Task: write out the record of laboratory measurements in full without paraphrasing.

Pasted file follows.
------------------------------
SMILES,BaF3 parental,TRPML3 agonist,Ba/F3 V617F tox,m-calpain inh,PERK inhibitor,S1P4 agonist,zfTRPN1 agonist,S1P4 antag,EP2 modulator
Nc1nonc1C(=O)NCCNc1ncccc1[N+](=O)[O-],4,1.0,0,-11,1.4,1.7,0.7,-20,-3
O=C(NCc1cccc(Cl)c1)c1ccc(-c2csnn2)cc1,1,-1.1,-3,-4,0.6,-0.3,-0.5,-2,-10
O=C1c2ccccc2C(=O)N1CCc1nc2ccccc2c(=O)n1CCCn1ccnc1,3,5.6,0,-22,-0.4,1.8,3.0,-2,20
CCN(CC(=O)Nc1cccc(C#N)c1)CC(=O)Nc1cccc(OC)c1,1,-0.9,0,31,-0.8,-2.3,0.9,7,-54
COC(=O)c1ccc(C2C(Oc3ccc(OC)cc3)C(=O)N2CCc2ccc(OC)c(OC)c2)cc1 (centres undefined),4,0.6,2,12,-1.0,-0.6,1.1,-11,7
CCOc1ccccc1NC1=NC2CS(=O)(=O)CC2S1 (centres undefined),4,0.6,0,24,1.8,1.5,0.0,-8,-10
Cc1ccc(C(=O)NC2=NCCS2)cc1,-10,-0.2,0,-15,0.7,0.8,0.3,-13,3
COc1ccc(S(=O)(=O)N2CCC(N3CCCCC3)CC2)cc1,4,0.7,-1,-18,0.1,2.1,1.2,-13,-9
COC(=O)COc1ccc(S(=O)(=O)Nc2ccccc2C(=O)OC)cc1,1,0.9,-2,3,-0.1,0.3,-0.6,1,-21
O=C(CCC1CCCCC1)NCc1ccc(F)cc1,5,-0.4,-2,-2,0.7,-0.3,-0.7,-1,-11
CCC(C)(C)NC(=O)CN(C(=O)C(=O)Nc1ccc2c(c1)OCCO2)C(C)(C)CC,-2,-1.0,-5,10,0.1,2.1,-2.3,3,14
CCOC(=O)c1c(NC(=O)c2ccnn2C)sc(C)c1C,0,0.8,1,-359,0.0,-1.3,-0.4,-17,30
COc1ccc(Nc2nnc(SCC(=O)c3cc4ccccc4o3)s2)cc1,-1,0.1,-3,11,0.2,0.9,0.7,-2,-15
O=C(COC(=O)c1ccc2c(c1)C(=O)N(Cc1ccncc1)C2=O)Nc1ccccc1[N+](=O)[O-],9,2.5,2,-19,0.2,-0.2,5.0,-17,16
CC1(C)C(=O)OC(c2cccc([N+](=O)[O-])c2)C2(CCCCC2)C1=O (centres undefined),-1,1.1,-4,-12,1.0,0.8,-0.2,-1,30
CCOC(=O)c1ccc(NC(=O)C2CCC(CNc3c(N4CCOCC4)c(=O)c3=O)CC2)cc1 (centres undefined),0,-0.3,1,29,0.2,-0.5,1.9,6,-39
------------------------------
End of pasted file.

SMILES,BaF3 parental,TRPML3 agonist,Ba/F3 V617F tox,m-calpain inh,PERK inhibitor,S1P4 agonist,zfTRPN1 agonist,S1P4 antag,EP2 modulator
Nc1nonc1C(=O)NCCNc1ncccc1[N+](=O)[O-],4,1.0,0,-11,1.4,1.7,0.7,-20,-3
O=C(NCc1cccc(Cl)c1)c1ccc(-c2csnn2)cc1,1,-1.1,-3,-4,0.6,-0.3,-0.5,-2,-10
O=C1c2ccccc2C(=O)N1CCc1nc2ccccc2c(=O)n1CCCn1ccnc1,3,5.6,0,-22,-0.4,1.8,3.0,-2,20
CCN(CC(=O)Nc1cccc(C#N)c1)CC(=O)Nc1cccc(OC)c1,1,-0.9,0,31,-0.8,-2.3,0.9,7,-54
COC(=O)c1ccc(C2C(Oc3ccc(OC)cc3)C(=O)N2CCc2ccc(OC)c(OC)c2)cc1 (centres undefined),4,0.6,2,12,-1.0,-0.6,1.1,-11,7
CCOc1ccccc1NC1=NC2CS(=O)(=O)CC2S1 (centres undefined),4,0.6,0,24,1.8,1.5,0.0,-8,-10
Cc1ccc(C(=O)NC2=NCCS2)cc1,-10,-0.2,0,-15,0.7,0.8,0.3,-13,3
COc1ccc(S(=O)(=O)N2CCC(N3CCCCC3)CC2)cc1,4,0.7,-1,-18,0.1,2.1,1.2,-13,-9
COC(=O)COc1ccc(S(=O)(=O)Nc2ccccc2C(=O)OC)cc1,1,0.9,-2,3,-0.1,0.3,-0.6,1,-21
O=C(CCC1CCCCC1)NCc1ccc(F)cc1,5,-0.4,-2,-2,0.7,-0.3,-0.7,-1,-11
CCC(C)(C)NC(=O)CN(C(=O)C(=O)Nc1ccc2c(c1)OCCO2)C(C)(C)CC,-2,-1.0,-5,10,0.1,2.1,-2.3,3,14
CCOC(=O)c1c(NC(=O)c2ccnn2C)sc(C)c1C,0,0.8,1,-359,0.0,-1.3,-0.4,-17,30
COc1ccc(Nc2nnc(SCC(=O)c3cc4ccccc4o3)s2)cc1,-1,0.1,-3,11,0.2,0.9,0.7,-2,-15
O=C(COC(=O)c1ccc2c(c1)C(=O)N(Cc1ccncc1)C2=O)Nc1ccccc1[N+](=O)[O-],9,2.5,2,-19,0.2,-0.2,5.0,-17,16
CC1(C)C(=O)OC(c2cccc([N+](=O)[O-])c2)C2(CCCCC2)C1=O (centres undefined),-1,1.1,-4,-12,1.0,0.8,-0.2,-1,30
CCOC(=O)c1ccc(NC(=O)C2CCC(CNc3c(N4CCOCC4)c(=O)c3=O)CC2)cc1 (centres undefined),0,-0.3,1,29,0.2,-0.5,1.9,6,-39